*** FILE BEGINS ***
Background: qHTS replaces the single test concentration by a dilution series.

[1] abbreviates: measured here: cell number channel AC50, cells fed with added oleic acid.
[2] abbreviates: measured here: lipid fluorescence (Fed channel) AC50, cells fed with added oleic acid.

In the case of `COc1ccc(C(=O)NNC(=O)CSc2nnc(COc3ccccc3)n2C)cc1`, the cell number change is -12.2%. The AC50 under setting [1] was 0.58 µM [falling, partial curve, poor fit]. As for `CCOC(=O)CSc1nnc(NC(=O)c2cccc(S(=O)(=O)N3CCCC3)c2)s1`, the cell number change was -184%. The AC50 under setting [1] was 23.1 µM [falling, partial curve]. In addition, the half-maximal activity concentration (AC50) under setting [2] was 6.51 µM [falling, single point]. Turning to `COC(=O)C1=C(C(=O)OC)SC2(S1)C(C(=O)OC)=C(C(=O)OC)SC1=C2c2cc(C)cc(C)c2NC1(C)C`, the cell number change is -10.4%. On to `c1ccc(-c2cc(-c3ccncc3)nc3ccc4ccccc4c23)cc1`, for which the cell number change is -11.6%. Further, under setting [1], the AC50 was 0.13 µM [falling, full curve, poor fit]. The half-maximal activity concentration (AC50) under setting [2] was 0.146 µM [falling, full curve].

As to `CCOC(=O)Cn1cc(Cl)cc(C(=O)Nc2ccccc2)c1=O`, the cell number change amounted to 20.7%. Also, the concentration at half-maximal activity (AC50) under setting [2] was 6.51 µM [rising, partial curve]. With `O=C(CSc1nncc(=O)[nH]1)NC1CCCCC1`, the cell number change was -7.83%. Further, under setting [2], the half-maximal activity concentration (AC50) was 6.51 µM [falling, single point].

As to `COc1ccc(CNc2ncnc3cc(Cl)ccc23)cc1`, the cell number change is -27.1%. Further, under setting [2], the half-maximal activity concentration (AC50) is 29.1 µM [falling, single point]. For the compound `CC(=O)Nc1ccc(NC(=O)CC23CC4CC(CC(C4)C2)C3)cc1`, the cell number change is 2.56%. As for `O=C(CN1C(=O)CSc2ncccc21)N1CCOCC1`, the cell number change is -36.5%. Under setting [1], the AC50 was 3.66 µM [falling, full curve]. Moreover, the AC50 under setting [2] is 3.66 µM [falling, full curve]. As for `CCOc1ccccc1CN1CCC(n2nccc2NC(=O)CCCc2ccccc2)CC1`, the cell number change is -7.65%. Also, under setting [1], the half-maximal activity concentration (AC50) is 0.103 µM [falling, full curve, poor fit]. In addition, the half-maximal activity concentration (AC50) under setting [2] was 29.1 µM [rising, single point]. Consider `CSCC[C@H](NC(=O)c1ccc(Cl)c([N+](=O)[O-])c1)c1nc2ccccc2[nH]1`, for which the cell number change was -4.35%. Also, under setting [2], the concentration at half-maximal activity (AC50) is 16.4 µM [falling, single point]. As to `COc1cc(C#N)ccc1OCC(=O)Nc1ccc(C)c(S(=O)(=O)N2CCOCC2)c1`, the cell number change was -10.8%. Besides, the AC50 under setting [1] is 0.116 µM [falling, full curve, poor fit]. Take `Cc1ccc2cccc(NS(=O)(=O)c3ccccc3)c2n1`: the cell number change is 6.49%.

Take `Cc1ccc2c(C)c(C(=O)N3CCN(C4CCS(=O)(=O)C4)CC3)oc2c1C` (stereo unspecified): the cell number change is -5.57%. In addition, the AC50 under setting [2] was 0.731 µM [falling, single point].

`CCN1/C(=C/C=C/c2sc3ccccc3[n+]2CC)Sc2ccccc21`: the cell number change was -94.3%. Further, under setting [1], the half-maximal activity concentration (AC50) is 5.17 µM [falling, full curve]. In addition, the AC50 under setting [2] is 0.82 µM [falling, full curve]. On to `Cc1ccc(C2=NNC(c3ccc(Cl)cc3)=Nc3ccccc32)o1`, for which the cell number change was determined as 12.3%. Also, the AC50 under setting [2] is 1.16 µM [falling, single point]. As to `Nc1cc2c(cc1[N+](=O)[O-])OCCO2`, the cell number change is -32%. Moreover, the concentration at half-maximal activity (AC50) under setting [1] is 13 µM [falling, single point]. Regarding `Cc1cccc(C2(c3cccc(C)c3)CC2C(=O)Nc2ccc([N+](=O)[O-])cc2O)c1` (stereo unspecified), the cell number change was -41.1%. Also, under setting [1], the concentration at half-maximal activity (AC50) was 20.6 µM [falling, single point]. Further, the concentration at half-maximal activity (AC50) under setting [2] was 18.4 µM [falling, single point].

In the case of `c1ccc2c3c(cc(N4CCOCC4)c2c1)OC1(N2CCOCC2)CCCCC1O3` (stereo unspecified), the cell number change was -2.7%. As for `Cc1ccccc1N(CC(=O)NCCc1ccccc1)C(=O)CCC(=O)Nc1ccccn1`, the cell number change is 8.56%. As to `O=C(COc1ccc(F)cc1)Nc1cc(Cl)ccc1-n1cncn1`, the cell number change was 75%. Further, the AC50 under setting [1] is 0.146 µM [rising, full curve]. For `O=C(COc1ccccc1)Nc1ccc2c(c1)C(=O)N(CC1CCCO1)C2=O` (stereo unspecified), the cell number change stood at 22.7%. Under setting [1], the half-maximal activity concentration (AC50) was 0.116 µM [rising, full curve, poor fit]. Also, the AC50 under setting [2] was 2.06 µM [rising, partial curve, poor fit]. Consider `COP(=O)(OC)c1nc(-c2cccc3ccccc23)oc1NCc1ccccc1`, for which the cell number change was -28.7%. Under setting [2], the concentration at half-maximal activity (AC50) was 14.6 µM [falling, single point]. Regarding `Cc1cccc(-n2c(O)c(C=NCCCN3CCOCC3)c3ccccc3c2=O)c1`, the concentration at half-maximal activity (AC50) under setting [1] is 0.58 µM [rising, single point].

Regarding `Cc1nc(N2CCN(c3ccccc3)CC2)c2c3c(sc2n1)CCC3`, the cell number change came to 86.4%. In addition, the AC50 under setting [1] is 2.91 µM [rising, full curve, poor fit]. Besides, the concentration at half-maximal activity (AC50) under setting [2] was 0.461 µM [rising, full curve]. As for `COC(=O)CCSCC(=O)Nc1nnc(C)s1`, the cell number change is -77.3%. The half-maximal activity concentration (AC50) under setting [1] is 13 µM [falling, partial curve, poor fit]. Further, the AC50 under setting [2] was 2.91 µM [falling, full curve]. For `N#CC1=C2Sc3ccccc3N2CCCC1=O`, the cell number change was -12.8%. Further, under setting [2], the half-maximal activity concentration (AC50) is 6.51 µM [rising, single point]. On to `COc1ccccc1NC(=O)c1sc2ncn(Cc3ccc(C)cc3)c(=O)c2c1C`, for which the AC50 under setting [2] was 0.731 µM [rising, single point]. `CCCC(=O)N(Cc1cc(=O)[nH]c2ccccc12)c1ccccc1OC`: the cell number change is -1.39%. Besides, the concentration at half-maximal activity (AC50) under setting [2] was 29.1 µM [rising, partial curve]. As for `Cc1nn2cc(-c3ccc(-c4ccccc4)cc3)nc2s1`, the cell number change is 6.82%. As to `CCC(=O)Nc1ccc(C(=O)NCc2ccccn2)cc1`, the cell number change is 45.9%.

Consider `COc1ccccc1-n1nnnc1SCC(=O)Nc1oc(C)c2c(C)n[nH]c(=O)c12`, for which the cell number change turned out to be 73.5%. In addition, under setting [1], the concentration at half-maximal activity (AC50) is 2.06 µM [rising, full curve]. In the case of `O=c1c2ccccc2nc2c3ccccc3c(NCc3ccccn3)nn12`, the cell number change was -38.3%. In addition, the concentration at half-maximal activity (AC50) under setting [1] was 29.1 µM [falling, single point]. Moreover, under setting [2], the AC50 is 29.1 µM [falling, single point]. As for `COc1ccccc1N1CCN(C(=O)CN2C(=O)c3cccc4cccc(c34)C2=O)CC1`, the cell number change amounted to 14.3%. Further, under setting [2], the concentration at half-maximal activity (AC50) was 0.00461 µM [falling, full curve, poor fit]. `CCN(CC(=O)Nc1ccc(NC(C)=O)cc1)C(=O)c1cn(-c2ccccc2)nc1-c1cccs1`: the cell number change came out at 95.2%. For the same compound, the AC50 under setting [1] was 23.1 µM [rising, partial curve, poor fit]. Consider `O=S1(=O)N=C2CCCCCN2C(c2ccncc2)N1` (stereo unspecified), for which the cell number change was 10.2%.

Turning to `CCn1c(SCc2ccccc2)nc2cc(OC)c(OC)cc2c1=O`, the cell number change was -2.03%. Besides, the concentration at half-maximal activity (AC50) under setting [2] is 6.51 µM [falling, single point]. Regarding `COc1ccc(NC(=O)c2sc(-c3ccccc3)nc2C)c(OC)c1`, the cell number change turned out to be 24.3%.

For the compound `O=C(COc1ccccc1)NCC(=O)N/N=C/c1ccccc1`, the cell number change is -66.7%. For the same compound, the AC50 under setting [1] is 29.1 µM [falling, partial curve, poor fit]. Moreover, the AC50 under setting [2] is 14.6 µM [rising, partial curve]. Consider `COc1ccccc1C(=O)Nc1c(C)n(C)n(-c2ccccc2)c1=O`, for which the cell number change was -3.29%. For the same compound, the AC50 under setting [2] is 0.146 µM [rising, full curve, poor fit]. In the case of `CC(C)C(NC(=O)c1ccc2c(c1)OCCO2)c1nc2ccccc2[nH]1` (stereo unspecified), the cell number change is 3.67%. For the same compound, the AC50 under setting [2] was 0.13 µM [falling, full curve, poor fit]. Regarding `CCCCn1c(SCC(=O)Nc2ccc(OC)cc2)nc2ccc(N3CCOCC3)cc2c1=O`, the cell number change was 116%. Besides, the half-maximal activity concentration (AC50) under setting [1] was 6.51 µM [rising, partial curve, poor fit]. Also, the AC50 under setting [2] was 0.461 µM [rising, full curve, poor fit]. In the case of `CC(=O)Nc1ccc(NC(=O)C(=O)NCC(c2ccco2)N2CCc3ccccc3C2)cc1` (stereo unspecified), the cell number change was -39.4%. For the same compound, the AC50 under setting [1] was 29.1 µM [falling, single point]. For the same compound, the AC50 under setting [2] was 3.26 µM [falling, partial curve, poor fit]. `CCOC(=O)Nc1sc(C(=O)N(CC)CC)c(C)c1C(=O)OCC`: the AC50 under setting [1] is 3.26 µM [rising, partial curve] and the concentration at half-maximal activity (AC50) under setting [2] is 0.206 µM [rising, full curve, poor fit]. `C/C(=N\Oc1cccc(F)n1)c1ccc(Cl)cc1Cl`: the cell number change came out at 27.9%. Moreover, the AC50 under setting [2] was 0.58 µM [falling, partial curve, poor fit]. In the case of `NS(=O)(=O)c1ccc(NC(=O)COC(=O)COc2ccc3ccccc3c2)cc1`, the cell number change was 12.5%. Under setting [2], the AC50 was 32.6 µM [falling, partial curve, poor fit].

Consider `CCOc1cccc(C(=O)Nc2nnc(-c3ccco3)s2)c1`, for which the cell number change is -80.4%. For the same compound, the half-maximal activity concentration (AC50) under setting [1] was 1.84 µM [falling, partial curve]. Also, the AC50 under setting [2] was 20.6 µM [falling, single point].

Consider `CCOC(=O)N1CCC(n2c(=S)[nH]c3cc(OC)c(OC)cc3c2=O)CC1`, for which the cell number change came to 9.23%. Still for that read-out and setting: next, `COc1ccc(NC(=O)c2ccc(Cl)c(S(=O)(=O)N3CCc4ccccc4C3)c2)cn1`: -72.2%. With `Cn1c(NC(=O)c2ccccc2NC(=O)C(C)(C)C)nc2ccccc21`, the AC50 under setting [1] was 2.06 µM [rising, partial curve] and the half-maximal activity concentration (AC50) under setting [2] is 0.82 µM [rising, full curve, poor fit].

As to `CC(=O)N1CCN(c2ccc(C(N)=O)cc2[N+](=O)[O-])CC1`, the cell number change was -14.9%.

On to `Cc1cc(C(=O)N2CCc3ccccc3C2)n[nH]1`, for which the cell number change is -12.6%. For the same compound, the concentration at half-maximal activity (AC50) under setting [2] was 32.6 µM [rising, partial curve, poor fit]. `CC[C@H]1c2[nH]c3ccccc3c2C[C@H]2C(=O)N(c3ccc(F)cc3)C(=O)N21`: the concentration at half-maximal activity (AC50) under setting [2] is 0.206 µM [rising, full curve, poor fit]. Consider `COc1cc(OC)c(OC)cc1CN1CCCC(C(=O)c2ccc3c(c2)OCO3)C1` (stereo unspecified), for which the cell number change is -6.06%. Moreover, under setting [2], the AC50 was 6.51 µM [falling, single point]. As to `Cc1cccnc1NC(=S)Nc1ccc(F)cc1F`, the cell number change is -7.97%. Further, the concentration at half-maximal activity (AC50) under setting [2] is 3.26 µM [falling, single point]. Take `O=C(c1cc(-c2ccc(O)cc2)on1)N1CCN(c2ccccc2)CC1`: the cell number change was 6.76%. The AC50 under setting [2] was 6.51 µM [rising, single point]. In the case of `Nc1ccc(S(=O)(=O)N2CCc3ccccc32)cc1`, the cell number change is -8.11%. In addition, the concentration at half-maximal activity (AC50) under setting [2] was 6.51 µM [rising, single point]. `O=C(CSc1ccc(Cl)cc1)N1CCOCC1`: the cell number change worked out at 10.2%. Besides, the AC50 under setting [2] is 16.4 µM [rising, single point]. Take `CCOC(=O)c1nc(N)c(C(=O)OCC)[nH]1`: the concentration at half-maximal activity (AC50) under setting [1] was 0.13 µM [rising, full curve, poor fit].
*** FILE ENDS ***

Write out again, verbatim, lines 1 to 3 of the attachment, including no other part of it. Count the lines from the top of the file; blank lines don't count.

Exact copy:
Background: qHTS replaces the single test concentration by a dilution series.

[1] abbreviates: measured here: cell number channel AC50, cells fed with added oleic acid.
[2] abbreviates: measured here: lipid fluorescence (Fed channel) AC50, cells fed with added oleic acid.